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Authors: Jean-Luc Bannalec

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BOOK: Murder on Brittany Shores
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‘We won't get any closer.'

The captain of the police boat, a young, gangly chap in a high-tech fabric uniform that flapped fiercely about him, called down from his raised captain's booth without looking at anyone as he did so. He was fully absorbed by the navigating.

Dupin started to feel queasy. It was still a good hundred metres to go to the island.

‘Spring tide. Coefficient 107.'

The lanky captain called this into the great unknown too. Commissaire Dupin looked at his inspector quizzically. After the incident with the large wave, he had made his way over to stand right next to the others and not moved from that spot. Riwal moved very close to Dupin. Even though the boat was barely moving, the motors were still deafeningly loud.

‘We have extreme tidal amplitude at the moment, Monsieur le Commissaire,' he said. On spring tide days, the water level is significantly lower again than during a normal low tide. I don't know whether you…'

‘I know what a spring tide is.'

Dupin wanted to add ‘because I've been living in Brittany for nearly four years and have already experienced quite a few spring tides and neap tides,' but he knew it was pointless. He would also have had to admit that although he had had the thing about tidal coefficients explained to him many, many times, to this day he had never really been able to remember how they worked. To Riwal, and to all Bretons, he would still be a ‘foreigner' for decades to come (although this was not necessarily meant in a nasty way). And on top of this, the worst kind of foreigner for Bretons – a Parisian (which could in fact be meant in a thoroughly nasty way). He had to have it spelt out to him again, every time: if the moon, sun and earth are in alignment and this results in the forces of gravity adding up …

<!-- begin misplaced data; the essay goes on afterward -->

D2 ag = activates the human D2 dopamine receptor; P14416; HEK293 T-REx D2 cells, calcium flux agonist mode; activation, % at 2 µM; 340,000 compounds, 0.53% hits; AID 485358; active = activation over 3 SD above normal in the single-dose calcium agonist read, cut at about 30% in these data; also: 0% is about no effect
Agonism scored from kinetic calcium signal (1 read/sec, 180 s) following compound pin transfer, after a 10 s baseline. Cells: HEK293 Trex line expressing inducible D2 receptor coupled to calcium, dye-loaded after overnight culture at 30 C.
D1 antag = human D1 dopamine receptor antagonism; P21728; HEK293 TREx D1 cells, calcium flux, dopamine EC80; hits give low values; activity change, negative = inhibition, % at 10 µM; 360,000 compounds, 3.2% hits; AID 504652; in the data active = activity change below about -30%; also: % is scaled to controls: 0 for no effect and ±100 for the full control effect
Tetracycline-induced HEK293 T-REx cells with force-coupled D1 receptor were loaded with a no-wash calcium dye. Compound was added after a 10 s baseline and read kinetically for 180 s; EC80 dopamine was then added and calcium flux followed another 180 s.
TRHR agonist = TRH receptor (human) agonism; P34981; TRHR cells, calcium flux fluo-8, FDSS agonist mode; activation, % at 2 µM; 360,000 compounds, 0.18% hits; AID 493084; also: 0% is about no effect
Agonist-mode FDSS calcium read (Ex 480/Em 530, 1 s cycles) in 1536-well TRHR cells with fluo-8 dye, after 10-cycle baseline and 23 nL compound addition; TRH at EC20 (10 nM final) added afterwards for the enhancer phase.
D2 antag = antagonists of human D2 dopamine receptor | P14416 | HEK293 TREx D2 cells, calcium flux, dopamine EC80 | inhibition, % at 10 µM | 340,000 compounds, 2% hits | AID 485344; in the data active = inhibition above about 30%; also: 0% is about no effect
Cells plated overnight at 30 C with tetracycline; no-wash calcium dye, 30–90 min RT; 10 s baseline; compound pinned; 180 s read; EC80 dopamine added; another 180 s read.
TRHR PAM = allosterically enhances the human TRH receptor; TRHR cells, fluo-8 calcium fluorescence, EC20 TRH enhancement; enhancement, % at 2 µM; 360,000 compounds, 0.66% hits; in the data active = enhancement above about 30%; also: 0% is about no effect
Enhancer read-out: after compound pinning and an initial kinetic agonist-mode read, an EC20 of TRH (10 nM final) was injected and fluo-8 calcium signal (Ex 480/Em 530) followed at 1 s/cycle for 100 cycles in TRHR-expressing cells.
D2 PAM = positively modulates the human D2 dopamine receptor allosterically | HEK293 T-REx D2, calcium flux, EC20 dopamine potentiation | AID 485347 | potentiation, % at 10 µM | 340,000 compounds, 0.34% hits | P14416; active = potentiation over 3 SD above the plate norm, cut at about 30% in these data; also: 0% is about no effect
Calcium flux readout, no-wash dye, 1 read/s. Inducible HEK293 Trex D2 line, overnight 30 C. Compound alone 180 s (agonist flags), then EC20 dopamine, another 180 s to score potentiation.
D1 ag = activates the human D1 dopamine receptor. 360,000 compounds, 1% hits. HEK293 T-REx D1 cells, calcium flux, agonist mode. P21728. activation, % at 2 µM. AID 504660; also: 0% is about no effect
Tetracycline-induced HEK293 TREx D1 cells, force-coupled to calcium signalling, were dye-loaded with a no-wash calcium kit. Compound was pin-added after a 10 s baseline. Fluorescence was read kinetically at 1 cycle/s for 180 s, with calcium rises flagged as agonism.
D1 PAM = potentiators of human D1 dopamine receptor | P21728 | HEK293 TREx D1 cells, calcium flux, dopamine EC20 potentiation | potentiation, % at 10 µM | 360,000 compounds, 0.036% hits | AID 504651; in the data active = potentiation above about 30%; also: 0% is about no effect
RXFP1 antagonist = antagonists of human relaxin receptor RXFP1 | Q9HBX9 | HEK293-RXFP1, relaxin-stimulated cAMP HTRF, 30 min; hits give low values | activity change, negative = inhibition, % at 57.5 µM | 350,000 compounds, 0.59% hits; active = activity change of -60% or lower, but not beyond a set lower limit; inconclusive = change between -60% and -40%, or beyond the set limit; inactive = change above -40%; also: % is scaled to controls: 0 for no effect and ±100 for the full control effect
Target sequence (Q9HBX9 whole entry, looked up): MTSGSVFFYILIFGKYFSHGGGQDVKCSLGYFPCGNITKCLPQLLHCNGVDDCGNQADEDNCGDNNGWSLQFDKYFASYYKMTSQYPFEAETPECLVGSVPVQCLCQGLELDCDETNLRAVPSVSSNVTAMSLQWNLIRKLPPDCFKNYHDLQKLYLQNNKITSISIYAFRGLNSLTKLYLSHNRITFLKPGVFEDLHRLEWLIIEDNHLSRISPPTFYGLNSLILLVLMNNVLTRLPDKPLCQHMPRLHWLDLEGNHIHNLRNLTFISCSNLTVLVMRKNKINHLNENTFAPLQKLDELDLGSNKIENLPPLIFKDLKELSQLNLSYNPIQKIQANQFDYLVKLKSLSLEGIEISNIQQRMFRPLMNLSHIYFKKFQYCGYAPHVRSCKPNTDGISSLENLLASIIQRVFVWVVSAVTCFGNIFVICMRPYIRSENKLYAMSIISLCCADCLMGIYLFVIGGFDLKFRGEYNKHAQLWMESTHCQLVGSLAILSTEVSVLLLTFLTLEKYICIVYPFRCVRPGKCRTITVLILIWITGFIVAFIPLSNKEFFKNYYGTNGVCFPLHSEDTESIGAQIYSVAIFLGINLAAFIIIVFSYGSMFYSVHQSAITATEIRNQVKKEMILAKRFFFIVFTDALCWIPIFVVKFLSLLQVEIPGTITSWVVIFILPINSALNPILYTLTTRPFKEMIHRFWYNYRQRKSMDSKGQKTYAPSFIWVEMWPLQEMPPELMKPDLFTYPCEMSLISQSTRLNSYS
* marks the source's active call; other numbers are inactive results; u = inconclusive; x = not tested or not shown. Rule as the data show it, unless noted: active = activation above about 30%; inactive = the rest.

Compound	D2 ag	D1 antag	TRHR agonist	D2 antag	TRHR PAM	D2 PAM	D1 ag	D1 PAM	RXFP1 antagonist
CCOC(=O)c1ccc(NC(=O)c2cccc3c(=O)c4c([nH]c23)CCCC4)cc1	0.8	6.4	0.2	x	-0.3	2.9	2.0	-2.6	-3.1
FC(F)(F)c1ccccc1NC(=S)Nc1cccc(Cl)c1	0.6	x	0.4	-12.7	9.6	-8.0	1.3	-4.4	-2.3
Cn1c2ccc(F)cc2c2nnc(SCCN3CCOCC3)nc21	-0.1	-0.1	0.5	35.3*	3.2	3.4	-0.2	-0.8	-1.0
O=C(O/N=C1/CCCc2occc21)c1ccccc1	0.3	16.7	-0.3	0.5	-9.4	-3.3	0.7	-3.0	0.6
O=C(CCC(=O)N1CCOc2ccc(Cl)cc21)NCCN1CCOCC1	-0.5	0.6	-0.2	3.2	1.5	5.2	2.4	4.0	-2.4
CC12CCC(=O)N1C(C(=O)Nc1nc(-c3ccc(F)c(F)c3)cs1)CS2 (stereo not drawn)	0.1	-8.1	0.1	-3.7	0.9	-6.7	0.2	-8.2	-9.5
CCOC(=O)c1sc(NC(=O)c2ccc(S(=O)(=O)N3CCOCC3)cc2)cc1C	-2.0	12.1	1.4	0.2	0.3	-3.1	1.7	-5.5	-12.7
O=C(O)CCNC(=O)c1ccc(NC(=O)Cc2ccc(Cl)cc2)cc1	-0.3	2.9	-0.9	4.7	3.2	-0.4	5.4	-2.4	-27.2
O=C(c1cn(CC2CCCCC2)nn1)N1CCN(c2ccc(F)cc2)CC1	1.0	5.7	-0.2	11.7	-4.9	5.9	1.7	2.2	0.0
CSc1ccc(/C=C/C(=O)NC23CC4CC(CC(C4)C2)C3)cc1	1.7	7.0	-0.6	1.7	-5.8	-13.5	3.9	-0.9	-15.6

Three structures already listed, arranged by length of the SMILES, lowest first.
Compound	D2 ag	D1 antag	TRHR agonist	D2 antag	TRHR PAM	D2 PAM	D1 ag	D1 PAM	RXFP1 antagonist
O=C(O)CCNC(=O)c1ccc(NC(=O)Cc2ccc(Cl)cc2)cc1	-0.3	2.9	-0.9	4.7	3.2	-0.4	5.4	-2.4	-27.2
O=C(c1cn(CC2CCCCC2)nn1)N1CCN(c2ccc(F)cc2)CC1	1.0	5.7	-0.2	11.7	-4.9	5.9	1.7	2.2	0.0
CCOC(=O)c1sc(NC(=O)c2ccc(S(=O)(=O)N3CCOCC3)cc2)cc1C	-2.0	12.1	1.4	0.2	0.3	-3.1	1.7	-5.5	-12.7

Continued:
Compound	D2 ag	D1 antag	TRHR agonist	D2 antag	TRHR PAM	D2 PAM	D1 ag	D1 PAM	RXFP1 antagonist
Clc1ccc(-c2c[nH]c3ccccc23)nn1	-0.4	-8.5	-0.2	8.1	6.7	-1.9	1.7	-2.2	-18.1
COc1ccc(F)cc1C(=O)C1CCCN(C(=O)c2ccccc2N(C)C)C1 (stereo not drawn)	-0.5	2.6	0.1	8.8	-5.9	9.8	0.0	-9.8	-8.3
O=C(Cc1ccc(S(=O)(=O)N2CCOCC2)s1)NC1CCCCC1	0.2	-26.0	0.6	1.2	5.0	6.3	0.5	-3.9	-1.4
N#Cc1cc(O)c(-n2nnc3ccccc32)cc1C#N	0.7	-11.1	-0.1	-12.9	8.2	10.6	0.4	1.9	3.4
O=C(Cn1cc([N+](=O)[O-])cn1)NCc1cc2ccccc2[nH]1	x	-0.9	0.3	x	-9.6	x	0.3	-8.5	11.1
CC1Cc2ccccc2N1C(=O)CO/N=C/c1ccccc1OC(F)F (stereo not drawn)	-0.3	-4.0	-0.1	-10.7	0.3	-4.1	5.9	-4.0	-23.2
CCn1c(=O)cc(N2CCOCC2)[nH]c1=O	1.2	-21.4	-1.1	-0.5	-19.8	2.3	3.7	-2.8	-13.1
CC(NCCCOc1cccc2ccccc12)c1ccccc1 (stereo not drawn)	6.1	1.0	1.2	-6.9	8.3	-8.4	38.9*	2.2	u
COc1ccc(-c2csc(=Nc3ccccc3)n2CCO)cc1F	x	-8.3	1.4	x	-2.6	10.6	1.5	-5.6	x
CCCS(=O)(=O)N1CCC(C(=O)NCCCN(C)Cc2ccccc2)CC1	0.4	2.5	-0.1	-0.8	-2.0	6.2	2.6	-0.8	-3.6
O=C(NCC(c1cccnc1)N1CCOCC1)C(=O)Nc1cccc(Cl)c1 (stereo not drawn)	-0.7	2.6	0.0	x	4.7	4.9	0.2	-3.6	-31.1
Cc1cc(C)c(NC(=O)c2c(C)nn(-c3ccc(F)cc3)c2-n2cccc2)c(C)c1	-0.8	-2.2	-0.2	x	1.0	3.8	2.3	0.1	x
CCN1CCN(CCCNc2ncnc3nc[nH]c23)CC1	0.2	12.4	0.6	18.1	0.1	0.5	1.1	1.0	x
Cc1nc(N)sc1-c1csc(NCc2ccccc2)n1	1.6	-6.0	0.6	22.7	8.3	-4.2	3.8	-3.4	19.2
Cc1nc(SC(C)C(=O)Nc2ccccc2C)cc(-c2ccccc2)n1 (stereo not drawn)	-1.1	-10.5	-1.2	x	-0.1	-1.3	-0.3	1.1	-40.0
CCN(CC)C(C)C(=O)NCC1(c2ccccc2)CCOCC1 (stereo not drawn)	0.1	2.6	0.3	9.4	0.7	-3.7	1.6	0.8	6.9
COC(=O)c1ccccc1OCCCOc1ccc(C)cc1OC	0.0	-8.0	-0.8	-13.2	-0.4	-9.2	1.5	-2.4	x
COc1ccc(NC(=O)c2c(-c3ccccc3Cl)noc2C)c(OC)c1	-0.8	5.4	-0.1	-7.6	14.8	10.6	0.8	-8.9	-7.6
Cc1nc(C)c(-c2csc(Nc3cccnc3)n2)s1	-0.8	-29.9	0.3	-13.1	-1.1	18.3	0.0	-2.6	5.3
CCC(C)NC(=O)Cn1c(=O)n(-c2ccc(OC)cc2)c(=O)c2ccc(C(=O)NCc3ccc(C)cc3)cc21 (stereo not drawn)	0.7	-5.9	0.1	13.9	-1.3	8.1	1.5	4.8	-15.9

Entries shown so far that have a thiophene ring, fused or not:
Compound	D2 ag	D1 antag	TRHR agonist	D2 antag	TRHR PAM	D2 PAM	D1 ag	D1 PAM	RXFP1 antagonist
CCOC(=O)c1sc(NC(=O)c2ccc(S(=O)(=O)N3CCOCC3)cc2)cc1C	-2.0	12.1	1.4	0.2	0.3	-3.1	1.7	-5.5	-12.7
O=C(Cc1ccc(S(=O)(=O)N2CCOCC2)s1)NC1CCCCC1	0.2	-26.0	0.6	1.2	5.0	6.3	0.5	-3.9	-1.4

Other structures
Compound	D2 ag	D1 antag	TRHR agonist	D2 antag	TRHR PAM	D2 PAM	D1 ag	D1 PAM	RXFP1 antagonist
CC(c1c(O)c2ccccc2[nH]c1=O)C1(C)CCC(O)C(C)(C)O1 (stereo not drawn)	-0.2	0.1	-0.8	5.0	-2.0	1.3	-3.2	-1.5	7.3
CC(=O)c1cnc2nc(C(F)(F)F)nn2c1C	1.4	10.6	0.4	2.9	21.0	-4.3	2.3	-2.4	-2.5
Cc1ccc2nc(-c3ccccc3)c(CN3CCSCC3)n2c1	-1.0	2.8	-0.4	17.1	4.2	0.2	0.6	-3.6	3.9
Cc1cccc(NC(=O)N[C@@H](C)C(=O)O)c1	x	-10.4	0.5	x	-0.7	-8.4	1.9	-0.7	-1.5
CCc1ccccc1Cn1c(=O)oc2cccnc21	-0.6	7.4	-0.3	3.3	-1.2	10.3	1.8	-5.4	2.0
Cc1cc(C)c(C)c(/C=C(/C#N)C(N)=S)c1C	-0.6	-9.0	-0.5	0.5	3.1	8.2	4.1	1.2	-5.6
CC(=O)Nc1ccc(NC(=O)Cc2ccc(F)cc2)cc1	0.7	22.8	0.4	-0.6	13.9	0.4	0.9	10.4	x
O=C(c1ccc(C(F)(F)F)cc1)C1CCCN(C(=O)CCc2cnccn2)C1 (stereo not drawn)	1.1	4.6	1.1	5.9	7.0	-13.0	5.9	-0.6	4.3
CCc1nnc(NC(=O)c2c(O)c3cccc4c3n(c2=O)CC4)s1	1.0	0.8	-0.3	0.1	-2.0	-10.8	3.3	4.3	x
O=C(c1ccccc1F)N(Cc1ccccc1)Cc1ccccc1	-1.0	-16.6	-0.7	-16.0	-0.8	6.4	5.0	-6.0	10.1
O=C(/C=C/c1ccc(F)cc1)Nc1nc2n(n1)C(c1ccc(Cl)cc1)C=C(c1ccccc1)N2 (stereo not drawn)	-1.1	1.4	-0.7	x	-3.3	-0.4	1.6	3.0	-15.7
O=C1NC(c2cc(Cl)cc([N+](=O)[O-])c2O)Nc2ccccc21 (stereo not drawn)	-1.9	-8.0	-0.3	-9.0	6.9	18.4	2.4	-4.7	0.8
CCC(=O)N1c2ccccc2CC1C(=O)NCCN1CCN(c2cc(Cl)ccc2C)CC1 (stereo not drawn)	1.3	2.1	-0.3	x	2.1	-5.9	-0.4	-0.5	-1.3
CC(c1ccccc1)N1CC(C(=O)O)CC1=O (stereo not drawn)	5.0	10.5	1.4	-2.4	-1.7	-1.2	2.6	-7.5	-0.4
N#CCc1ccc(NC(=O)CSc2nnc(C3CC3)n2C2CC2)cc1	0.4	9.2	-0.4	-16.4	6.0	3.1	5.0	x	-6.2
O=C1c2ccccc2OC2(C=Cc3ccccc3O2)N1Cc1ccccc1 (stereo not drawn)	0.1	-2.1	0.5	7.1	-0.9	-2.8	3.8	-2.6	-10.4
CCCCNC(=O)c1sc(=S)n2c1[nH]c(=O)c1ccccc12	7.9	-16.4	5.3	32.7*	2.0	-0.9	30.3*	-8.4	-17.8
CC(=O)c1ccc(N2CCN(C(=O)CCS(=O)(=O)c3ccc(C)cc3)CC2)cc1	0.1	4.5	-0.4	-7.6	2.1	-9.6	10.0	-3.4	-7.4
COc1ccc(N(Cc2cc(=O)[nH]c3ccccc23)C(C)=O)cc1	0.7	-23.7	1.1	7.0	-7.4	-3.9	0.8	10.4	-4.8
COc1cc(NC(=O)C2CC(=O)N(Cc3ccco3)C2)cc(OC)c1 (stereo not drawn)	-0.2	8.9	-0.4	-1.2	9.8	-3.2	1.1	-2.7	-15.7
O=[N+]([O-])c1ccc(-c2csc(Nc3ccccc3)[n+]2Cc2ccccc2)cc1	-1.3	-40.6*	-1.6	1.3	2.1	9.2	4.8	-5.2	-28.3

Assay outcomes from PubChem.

The motor suddenly died away and the two employees from the marine police who looked, Dupin only noticed now, hilariously like the captain – the same wiry stature, the same narrow face, the same uniform – were immediately making their way forward to the prow.

‘We won't get any closer to the island. The water is too shallow.'

‘And what does that mean?'

‘We have to get out here.'

It took a few seconds for Dupin to respond.

‘We have to
get out
here?'

As far as Dupin could tell, they were still very clearly at sea.

‘The water isn't deep any more, maybe half a metre.'

Inspector Riwal had knelt down and begun to take off his shoes.

‘But we have a dinghy.'

Dupin had only just noticed it. To his relief.

‘It's not worth it, Inspector. We wouldn't get much closer to the beach in that either.'

Eyebrows raised, Dupin looked over the ship's rail. It seemed a lot more than half a metre deep to him. The water was incredibly clear. Every shell, every pebble was visible. A school of tiny pale green fish darted by. The boat was off the northern coast of Le Loc'h. Nothing but dazzling white sand, shallow turquoise water and the sea lying completely still in the chamber. With the addition of a few coconut trees – probably the only kind of palm tree that didn't grow in Brittany, it seemed to Dupin – the scene would have been indistinguishable from the Caribbean. Nobody would ever have dreamt of associating this landscape with Brittany. But the sight could be marvelled at in hundreds of postcards – they were no exaggeration.

By now, Riwal had taken his socks off too. The boat's crew had dropped anchor, leapt neatly into the sea without the slightest hesitation and were now in the process of turning the boat so that the stern, with the wooden step that was only just above the water, was pointed in the direction of the beach. Riwal, in pale-coloured slacks, jumped into the water too, as though it was the most natural thing in the world. And, directly after him, the gangly captain.

Dupin hesitated. It looked absurd, he thought. The young police officers, Riwal and the captain had stopped and were waiting. It looked as though they were forming a guard of honour. All eyes were fixed on him.